An indictment was unsealed yesterday in the Eastern District of Pennsylvania charging a New Jersey man, a California man, and a New York man with federal crimes arising out of a wide-ranging and lucrative copyright infringement scheme.
According to court documents, Bill Omar Carrasquillo, 35, of Swedesboro, New Jersey; Jesse Gonzales, 42, of Pico Rivera, California; and Michael Barone, 36, of Richmond Hill, New York, operated a large-scale cable theft scheme between at least March 2016 and at least November 2019, in which they fraudulently obtained cable television accounts and then resold copyrighted content to thousands of their own subscribers. According to the indictment, the defendants also made fraudulent misrepresentations to banks and merchant processors in an effort to obtain merchant processing accounts. The defendants allegedly earned more than $30 million from the scheme.
As alleged, Carrasquillo converted a large portion of his profits into homes and dozens of vehicles, including high-end sports cars. When agents attempted to seize those items pursuant to judicially-authorized warrants, Carrasquillo made false statements about and attempted to hide some of those vehicles, including a Freightliner recreational vehicle and a McLaren sports vehicle.
“We take seriously schemes for profit that infringe upon copyrights,” said Assistant Attorney General Kenneth A. Polite Jr. of the Justice Department’s Criminal Division. “The charges announced today demonstrate the department’s continuing commitment to protect copyright holders from theft.”
“These defendants are charged with engaging in a massive, years-long scheme to steal copyrighted content, which is a serious federal crime,” said Acting U.S. Attorney Jennifer Arbittier Williams for the Eastern District of Pennsylvania. “As this prosecution shows, protecting intellectual property rights is an important priority of our office and the entire Department of Justice.”
“You can’t just go and monetize someone else’s copyrighted content with impunity,” said Acting Special Agent in Charge Bradley S. Benavides of the FBI’s Philadelphia Division. “That’s the whole point of securing a copyright. Theft is theft, and if you’re going to willfully steal another party’s intellectual property, the FBI stands ready to step in and shut you down.”
“All income is taxable, including income derived from illegal means,” said Acting Special Agent in Charge Yury Kruty of the Philadelphia Field Office for IRS-Criminal Investigation (IRS-CI). “In addition, it is a crime to knowingly engage in monetary transactions involving criminally derived property of a value greater than $10,000 that is derived from a specified unlawful activity, such as wire fraud. IRS-CI will continue to work with our law enforcement partners to bring charges against individuals who choose to participate in illegal schemes such as that alleged here.”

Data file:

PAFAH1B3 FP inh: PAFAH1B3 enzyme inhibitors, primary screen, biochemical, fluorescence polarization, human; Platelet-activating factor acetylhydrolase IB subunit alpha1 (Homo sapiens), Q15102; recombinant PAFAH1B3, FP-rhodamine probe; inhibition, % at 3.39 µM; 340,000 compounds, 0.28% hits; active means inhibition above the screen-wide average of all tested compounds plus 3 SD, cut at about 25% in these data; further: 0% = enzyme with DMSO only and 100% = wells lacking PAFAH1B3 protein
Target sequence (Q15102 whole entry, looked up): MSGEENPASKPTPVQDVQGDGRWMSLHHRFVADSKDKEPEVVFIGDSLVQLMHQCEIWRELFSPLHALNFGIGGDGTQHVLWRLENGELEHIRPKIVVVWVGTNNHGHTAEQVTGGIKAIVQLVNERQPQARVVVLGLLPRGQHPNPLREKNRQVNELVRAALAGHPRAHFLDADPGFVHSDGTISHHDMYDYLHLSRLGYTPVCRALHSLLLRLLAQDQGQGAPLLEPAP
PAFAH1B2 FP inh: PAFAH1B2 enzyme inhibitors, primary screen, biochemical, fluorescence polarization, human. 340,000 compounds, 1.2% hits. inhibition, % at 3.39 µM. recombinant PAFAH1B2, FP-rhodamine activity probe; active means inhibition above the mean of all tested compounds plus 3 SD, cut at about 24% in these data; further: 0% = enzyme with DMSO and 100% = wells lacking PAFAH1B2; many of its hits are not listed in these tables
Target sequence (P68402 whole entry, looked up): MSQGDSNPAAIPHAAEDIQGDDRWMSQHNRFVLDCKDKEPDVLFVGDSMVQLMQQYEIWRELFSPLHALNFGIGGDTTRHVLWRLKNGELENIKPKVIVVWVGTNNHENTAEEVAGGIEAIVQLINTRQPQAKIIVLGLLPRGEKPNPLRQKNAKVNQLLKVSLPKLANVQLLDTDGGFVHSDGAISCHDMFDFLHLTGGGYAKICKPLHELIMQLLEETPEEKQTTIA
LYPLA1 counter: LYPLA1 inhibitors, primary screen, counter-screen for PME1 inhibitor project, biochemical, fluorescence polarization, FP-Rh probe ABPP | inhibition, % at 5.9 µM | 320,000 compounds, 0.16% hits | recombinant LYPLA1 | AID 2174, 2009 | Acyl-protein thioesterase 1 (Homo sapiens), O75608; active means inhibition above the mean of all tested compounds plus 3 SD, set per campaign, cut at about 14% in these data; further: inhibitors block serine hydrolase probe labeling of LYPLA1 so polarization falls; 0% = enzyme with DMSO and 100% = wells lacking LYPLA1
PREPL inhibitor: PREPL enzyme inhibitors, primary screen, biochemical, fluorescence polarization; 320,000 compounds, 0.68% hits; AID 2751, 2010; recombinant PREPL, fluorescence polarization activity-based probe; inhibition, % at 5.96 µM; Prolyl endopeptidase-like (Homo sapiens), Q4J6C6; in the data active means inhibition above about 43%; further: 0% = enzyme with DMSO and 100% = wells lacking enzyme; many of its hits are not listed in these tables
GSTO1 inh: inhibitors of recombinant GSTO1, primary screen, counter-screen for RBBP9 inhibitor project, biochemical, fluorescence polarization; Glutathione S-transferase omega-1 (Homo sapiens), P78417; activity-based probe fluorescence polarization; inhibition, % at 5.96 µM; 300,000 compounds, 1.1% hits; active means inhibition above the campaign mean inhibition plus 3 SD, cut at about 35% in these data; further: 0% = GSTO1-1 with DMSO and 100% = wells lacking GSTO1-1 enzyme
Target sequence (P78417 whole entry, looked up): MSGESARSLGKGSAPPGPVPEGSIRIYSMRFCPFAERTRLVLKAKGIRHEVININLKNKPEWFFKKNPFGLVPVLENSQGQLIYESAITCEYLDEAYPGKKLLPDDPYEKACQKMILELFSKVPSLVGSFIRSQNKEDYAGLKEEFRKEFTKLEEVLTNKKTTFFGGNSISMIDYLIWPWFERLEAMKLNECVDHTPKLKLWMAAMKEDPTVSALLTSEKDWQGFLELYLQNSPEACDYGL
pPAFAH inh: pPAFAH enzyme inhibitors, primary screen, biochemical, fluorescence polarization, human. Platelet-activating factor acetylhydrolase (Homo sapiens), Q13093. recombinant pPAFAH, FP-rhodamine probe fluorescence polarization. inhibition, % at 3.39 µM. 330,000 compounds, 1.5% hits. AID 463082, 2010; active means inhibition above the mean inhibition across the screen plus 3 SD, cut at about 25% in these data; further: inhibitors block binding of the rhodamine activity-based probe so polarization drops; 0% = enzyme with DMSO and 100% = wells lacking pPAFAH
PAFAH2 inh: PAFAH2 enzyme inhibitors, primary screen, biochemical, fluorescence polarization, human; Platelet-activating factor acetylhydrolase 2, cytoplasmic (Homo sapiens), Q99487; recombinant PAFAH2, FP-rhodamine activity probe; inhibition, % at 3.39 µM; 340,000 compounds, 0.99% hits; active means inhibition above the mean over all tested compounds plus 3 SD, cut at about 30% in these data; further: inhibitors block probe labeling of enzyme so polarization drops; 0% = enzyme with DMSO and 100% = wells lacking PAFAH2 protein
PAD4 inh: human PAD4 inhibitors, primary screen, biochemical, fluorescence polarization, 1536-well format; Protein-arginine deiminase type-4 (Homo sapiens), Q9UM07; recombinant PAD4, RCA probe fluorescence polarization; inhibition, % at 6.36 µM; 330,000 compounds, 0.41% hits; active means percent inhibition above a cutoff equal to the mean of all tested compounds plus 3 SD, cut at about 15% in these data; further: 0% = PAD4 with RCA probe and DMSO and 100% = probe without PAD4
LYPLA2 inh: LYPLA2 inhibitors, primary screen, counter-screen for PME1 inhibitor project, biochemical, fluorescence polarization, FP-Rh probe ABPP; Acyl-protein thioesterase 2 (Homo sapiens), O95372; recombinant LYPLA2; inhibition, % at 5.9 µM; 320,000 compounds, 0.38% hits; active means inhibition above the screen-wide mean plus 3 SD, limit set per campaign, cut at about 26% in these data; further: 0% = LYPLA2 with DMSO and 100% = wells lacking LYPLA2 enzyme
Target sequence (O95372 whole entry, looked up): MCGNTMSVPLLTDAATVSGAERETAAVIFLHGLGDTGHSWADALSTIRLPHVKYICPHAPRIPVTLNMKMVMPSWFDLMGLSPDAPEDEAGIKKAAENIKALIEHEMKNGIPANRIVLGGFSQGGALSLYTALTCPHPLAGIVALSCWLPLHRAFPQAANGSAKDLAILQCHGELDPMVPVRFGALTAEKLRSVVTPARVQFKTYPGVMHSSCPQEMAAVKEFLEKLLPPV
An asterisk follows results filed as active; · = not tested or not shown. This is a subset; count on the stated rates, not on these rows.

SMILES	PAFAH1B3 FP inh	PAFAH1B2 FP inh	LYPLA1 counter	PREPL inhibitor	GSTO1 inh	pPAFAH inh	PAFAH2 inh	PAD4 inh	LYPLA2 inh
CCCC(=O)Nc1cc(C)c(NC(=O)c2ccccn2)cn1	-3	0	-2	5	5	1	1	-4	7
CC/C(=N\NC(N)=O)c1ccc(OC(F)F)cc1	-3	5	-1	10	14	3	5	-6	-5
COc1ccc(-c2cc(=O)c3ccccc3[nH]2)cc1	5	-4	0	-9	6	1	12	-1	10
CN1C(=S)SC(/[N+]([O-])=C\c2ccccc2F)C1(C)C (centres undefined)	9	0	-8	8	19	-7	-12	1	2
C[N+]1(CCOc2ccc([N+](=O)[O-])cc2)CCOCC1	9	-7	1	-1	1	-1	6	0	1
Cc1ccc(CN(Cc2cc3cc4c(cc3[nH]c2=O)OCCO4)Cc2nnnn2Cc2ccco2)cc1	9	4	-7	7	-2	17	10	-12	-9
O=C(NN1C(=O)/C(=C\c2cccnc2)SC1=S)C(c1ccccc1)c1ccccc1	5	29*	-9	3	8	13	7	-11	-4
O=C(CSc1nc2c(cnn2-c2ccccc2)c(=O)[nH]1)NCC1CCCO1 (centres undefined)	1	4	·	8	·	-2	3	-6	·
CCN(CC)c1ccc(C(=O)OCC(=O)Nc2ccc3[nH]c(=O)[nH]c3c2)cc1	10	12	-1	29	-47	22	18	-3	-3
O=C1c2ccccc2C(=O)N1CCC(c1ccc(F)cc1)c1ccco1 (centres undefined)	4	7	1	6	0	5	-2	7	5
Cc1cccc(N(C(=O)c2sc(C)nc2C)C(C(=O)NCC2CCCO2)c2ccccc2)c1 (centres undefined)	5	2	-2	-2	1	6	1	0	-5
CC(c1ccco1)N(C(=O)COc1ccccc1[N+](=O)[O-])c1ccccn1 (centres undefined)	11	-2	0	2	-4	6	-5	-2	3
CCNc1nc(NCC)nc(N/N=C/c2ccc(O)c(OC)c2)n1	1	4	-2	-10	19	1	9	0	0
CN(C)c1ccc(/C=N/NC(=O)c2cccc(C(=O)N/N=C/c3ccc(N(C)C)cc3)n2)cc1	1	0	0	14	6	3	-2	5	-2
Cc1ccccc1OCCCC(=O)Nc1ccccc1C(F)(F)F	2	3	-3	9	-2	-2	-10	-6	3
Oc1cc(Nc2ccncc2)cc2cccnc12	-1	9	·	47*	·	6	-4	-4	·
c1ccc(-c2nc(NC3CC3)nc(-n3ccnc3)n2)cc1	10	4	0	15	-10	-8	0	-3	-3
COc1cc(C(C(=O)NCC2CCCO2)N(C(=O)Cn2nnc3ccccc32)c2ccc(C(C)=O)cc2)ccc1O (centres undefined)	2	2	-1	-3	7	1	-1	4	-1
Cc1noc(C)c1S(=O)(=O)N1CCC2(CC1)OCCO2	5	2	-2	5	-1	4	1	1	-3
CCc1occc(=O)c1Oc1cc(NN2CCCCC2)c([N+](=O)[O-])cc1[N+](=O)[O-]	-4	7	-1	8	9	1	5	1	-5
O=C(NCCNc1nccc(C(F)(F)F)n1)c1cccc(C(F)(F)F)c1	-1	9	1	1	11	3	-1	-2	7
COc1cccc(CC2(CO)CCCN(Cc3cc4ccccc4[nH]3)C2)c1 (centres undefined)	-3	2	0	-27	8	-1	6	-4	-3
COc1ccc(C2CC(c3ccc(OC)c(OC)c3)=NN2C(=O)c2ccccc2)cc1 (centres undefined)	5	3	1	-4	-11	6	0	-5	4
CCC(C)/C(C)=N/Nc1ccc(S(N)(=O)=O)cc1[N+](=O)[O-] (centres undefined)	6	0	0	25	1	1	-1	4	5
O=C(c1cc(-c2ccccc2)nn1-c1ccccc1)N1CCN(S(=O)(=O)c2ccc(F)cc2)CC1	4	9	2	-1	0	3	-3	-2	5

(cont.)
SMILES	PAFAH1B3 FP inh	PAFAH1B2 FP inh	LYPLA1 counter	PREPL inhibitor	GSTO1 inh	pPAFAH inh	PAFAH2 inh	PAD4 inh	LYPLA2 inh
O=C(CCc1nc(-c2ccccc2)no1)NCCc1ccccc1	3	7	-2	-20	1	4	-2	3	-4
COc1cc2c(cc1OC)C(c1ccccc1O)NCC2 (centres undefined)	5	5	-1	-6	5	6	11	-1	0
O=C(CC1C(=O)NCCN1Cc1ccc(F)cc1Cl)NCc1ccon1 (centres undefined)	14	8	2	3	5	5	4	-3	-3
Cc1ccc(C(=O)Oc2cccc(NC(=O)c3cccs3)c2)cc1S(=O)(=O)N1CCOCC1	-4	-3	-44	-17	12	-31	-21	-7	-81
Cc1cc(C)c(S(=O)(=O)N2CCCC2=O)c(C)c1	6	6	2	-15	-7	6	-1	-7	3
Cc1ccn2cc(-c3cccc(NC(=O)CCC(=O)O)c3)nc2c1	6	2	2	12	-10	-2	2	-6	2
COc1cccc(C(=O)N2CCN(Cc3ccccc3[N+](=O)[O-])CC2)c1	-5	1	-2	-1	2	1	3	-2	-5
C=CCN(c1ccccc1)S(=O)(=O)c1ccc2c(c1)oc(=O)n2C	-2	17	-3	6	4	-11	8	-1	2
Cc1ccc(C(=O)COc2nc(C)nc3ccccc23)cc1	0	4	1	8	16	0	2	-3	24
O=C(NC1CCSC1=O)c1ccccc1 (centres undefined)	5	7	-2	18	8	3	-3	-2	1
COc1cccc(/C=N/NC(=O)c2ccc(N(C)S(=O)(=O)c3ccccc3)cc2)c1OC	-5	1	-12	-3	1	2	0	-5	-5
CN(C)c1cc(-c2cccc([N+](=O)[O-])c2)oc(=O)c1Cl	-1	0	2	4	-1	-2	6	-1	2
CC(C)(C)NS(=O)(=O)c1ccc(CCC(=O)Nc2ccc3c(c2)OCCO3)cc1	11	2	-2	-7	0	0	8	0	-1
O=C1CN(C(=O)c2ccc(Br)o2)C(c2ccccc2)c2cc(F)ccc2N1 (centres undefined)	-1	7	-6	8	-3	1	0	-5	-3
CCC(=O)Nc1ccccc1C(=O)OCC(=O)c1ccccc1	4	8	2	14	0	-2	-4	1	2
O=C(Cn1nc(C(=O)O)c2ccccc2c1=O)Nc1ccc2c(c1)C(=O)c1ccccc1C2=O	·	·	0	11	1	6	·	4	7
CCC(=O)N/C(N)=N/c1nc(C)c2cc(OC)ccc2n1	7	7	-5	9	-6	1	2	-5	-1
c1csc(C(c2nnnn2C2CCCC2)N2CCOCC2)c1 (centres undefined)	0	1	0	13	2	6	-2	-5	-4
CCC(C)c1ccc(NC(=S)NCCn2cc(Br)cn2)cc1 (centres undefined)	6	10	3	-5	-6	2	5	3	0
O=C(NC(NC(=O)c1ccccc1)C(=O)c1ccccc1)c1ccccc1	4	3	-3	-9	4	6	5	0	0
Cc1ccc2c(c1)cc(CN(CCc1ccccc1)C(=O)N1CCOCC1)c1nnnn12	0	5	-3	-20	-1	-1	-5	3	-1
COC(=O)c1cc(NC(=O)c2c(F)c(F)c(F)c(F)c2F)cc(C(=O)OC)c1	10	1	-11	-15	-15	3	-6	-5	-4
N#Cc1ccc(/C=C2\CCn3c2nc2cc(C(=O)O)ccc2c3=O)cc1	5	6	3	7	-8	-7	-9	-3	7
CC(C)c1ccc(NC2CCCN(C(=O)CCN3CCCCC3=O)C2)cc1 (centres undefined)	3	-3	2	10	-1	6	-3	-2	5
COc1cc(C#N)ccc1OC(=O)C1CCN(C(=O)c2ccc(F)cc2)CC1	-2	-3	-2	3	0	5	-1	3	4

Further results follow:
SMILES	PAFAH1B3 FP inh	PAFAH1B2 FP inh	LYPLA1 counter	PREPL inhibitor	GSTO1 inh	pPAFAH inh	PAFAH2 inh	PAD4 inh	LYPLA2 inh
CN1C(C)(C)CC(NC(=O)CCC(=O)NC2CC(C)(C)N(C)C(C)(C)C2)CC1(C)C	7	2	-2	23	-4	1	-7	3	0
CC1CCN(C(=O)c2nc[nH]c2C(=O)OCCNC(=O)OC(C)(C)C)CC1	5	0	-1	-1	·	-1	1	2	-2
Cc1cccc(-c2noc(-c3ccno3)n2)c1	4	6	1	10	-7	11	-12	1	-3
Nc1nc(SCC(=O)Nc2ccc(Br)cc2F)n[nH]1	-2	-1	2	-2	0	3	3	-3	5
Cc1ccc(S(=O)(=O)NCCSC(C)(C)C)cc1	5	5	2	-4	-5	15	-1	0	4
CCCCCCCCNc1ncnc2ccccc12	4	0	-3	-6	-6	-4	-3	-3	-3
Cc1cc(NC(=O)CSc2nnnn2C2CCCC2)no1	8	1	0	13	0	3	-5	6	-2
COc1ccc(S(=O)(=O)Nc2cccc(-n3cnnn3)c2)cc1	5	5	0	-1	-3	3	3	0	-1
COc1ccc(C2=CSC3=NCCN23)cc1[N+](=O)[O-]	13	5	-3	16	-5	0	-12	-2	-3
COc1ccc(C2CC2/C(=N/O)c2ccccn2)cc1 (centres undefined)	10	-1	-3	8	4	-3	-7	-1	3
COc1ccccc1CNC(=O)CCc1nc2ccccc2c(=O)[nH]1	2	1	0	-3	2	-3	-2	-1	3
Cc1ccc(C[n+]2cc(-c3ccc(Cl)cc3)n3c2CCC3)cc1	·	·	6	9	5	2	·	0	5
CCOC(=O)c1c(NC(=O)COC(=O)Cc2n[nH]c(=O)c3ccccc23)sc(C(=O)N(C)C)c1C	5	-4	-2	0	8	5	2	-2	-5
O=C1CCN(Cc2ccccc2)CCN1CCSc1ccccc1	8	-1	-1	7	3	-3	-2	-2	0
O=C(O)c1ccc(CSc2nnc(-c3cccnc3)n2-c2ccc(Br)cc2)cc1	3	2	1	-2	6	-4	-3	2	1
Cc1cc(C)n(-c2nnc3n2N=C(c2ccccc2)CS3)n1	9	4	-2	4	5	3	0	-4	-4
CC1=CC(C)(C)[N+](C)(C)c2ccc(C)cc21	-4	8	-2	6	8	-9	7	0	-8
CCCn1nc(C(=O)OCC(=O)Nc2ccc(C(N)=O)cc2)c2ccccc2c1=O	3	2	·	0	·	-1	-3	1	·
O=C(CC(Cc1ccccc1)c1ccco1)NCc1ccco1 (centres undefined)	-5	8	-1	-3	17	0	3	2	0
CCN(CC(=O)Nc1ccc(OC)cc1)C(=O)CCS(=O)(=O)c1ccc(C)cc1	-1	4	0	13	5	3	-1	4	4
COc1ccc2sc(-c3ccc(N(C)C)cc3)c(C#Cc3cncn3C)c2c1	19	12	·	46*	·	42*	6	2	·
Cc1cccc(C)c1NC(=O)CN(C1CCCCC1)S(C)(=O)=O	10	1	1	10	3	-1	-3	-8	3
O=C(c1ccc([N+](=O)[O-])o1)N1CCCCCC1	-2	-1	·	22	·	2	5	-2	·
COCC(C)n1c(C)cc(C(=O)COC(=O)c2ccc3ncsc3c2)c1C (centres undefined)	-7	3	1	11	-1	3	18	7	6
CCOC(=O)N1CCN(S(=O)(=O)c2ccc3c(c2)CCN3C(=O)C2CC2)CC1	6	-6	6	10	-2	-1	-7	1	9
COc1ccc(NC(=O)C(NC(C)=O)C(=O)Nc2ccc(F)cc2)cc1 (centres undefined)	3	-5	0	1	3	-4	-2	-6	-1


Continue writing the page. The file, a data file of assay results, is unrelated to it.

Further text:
Carrasquillo was arrested on Sept. 21. He is charged with one count of conspiracy to commit copyright infringement and related offenses; one count of violating the Digital Millennium Copyright Act; one count of reproduction of a protected work; 19 counts of public performance of a protected work; four counts of access device fraud; six counts of wire fraud; three counts of making false statements to a bank; 19 counts of money laundering; two counts of making false statements to law enforcement officers; two counts of removal of property to prevent seizure; and four counts of tax evasion. In total, if convicted of all counts, Carrasquillo faces up to 514 years’ imprisonment.
Gonzalez was arrested on Sept. 21. He is charged with one count of conspiracy to commit copyright infringement and related offenses; one count of violating the Digital Millennium Copyright Act; one count of reproduction of a protected work; 19 counts of public performance of a protected work; four counts of access device fraud; five counts of wire fraud; two counts of making false statements to a bank; and one count of money laundering. In total, if convicted of all counts, Gonzales faces up to 244 years’ imprisonment.
A summons to appear in court was issued to Barone, and he is scheduled to make his initial appearance today in the Eastern District of Pennsylvania. He is charged with one count of conspiracy to commit copyright infringement and related offenses; one count of violating the Digital Millennium Copyright Act; two counts of access device fraud; and five counts of wire fraud. In total, if convicted of all counts, Barone faces up to 130 years’ imprisonment.
A federal district court judge will determine any sentence after considering the U.S. Sentencing Guidelines and other statutory factors.
The FBI and IRS-CI are investigating the case.
Trial Attorney Jeff Pearlman of the Criminal Division’s Computer Crime and Intellectual Property Section and Assistant U.S. Attorneys Christopher J. Mannion and Matthew T. Newcomer of the Eastern District of Pennsylvania are prosecuting the case.
An indictment is merely an allegation, and all defendants are presumed innocent until proven guilty beyond a reasonable doubt in a court of law.